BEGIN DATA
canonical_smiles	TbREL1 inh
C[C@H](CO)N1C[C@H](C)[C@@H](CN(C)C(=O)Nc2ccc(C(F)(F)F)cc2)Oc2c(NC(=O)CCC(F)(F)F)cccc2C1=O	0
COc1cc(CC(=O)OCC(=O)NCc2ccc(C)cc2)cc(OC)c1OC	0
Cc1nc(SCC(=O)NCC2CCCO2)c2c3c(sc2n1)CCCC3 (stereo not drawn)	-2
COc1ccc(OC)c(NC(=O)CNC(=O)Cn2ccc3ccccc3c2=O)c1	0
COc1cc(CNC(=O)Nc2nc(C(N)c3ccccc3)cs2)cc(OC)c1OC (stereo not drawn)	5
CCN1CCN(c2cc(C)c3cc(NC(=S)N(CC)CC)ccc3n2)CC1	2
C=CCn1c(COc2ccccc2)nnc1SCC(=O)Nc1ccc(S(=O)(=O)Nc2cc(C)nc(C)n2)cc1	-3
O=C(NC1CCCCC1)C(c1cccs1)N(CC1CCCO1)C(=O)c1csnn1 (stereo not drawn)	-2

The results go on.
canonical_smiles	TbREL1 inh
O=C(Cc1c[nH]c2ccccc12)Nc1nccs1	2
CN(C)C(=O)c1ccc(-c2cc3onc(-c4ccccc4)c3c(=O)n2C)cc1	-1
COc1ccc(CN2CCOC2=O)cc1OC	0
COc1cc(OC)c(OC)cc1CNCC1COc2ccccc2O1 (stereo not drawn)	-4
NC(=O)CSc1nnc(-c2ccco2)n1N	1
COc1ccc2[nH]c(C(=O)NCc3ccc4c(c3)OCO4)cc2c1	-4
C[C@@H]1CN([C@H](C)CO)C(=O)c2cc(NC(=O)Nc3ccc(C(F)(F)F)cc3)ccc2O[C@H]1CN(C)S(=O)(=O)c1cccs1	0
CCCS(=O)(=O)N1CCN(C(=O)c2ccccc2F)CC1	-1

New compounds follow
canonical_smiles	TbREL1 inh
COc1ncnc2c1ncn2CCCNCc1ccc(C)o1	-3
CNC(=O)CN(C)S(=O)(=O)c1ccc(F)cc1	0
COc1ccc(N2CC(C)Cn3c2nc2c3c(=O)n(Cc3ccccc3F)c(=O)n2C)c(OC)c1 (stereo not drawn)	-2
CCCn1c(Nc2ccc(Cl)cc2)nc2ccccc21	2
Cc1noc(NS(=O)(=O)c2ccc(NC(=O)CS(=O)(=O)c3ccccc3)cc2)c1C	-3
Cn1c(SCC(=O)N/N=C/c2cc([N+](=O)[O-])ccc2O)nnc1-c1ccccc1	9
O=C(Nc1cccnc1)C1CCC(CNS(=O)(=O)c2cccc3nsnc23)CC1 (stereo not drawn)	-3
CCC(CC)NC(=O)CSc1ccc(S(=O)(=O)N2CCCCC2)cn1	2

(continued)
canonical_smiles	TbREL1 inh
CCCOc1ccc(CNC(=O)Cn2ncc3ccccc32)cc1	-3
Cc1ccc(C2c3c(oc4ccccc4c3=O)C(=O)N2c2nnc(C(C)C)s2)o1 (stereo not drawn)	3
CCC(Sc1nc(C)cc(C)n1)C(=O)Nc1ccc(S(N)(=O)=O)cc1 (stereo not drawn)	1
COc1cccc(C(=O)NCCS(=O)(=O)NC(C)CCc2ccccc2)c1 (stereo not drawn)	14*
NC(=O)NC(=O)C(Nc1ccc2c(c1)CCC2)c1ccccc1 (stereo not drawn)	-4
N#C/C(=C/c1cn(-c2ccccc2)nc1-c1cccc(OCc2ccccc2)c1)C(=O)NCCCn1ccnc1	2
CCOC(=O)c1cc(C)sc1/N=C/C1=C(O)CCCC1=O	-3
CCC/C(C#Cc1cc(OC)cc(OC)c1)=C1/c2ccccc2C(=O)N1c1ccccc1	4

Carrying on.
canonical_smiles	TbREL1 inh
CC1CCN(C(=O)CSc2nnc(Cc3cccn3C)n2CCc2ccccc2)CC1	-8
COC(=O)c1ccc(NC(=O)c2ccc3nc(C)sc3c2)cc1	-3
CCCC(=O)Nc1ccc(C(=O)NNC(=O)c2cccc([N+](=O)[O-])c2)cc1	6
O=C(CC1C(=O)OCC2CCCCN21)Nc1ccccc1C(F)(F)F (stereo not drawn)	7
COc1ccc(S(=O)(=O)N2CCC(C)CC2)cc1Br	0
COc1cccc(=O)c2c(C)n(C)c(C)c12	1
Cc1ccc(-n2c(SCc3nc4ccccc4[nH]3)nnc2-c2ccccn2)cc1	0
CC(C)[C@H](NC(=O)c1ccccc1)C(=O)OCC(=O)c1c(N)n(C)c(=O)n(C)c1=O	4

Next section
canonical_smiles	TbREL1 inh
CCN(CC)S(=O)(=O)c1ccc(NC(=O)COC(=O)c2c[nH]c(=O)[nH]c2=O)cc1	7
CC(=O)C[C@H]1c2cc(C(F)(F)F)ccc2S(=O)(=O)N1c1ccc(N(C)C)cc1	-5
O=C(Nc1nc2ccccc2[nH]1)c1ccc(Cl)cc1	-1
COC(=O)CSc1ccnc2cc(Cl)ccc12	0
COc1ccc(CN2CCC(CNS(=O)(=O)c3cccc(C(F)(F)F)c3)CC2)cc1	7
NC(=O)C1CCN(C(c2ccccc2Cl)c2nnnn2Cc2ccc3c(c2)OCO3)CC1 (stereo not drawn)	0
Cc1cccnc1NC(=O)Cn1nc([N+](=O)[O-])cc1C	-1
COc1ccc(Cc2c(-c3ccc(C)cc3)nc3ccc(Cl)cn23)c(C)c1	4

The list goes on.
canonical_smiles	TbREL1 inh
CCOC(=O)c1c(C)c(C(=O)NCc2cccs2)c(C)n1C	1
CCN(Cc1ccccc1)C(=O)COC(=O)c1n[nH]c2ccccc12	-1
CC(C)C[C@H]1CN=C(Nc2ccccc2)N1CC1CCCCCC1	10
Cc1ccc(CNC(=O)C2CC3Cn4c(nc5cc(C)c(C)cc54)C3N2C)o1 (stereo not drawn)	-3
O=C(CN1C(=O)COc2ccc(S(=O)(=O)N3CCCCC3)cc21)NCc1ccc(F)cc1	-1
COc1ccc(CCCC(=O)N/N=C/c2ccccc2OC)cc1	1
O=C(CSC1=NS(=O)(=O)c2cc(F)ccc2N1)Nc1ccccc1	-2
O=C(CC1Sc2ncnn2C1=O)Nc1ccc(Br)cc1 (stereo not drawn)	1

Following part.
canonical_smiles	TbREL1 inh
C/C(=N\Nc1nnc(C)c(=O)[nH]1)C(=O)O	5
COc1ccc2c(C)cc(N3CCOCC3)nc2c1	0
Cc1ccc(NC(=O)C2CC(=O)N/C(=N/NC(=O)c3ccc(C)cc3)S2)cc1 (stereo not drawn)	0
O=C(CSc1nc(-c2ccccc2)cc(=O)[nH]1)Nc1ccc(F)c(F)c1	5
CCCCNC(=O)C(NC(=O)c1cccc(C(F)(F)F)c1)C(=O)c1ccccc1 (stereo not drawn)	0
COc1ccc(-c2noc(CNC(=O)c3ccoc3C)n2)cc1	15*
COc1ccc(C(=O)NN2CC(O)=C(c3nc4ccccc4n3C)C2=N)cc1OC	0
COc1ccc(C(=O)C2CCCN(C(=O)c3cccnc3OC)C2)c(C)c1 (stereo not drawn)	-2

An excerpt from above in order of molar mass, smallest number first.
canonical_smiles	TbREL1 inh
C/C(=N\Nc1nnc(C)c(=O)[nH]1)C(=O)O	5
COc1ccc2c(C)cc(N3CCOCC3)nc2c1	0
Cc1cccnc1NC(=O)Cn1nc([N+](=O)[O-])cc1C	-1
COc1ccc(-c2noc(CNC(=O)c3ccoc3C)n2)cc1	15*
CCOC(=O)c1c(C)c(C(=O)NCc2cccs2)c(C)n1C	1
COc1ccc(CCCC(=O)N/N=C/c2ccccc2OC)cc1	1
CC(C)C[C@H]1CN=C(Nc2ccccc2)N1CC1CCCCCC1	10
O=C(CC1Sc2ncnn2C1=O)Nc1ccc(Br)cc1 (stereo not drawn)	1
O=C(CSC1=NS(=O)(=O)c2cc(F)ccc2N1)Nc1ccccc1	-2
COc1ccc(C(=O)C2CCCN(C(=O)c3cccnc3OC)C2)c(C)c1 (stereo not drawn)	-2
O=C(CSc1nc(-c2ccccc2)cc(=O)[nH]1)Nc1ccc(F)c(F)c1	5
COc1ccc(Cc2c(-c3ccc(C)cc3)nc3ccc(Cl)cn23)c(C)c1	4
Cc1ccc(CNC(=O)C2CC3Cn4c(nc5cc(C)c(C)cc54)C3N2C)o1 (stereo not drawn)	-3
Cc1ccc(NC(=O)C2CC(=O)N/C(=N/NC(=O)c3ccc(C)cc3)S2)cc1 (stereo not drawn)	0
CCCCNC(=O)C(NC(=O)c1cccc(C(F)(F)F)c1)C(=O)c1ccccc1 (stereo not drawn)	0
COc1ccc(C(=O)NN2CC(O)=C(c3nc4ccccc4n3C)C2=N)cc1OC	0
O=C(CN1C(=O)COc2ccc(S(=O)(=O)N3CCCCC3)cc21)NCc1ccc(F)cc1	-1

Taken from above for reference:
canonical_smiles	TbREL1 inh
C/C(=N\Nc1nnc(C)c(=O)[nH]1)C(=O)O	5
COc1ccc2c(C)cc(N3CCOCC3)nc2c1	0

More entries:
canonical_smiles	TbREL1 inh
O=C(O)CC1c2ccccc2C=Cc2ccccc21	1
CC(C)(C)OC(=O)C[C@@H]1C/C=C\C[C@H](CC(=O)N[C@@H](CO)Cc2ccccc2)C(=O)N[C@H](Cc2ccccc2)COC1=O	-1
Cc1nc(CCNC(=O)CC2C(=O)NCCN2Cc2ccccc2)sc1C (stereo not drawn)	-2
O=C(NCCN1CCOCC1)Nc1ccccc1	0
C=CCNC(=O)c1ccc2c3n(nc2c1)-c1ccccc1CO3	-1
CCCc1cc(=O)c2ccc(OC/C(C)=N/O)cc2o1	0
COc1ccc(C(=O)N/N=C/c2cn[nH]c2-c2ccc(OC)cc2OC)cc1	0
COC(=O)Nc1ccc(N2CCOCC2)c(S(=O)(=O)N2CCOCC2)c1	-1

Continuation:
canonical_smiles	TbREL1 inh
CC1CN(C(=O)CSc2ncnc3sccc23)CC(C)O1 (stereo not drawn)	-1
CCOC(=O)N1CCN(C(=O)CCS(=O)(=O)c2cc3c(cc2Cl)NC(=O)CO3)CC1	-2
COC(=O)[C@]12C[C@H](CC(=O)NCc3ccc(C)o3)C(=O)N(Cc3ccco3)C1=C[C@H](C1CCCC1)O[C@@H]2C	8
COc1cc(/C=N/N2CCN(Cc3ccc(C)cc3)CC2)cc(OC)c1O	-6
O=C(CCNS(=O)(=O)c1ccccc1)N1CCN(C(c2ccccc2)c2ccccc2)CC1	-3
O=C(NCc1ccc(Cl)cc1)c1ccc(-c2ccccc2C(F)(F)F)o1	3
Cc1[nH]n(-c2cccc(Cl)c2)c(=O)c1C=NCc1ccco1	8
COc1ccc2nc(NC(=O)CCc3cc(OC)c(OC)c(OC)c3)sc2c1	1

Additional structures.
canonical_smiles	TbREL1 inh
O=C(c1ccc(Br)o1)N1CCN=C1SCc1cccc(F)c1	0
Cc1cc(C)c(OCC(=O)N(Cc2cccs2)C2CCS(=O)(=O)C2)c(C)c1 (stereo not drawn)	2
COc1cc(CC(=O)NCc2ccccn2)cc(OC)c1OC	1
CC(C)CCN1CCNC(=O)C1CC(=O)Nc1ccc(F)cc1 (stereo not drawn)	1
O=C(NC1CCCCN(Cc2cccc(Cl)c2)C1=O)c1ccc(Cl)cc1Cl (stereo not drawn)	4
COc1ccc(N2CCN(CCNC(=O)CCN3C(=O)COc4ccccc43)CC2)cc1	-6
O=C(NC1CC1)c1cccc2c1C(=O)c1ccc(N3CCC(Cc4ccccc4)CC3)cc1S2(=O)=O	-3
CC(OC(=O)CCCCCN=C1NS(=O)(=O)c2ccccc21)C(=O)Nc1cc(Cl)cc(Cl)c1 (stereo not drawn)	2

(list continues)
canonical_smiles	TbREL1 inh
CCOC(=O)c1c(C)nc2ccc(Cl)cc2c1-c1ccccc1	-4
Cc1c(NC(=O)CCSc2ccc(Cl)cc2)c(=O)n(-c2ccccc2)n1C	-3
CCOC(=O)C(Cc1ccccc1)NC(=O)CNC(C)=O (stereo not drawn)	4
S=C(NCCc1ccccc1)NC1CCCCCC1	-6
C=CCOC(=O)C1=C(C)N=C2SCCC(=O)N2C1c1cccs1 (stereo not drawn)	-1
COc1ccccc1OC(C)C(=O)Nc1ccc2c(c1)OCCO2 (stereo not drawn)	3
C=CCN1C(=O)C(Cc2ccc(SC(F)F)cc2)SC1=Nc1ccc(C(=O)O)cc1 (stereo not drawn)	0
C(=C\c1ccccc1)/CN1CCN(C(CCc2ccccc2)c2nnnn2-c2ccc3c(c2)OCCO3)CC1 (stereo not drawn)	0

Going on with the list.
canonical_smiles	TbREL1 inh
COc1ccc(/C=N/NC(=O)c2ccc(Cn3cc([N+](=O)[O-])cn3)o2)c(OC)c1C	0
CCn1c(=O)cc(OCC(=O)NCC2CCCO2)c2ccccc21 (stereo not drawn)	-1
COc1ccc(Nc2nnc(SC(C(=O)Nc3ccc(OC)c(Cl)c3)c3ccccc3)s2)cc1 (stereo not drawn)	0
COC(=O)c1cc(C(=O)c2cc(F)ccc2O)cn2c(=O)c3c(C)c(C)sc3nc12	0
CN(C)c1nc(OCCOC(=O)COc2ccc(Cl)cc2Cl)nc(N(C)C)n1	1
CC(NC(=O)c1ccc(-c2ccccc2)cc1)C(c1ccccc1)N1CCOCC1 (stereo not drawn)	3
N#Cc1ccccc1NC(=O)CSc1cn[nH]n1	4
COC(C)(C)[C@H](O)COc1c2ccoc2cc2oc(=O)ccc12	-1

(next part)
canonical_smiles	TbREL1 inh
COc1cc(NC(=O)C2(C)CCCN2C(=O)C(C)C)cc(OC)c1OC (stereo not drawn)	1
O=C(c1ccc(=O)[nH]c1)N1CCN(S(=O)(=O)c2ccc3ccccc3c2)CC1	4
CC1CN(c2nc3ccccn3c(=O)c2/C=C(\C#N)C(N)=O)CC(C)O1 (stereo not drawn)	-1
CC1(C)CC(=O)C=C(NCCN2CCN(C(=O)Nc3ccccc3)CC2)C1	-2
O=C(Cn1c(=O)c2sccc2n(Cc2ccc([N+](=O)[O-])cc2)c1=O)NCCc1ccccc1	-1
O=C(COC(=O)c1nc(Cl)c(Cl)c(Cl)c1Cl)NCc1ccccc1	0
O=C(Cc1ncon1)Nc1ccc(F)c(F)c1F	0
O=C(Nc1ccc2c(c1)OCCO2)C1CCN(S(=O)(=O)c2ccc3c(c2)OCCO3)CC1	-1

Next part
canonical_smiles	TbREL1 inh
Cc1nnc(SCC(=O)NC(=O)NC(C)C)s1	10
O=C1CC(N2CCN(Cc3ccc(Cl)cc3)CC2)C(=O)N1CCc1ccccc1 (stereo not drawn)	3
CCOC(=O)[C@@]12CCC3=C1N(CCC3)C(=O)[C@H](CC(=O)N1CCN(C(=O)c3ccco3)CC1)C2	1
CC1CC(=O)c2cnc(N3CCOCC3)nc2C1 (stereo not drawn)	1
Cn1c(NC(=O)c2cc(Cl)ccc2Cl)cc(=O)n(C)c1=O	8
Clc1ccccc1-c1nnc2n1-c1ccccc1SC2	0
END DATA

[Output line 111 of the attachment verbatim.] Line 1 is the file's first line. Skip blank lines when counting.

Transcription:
COc1ccc(C(=O)N/N=C/c2cn[nH]c2-c2ccc(OC)cc2OC)cc1	0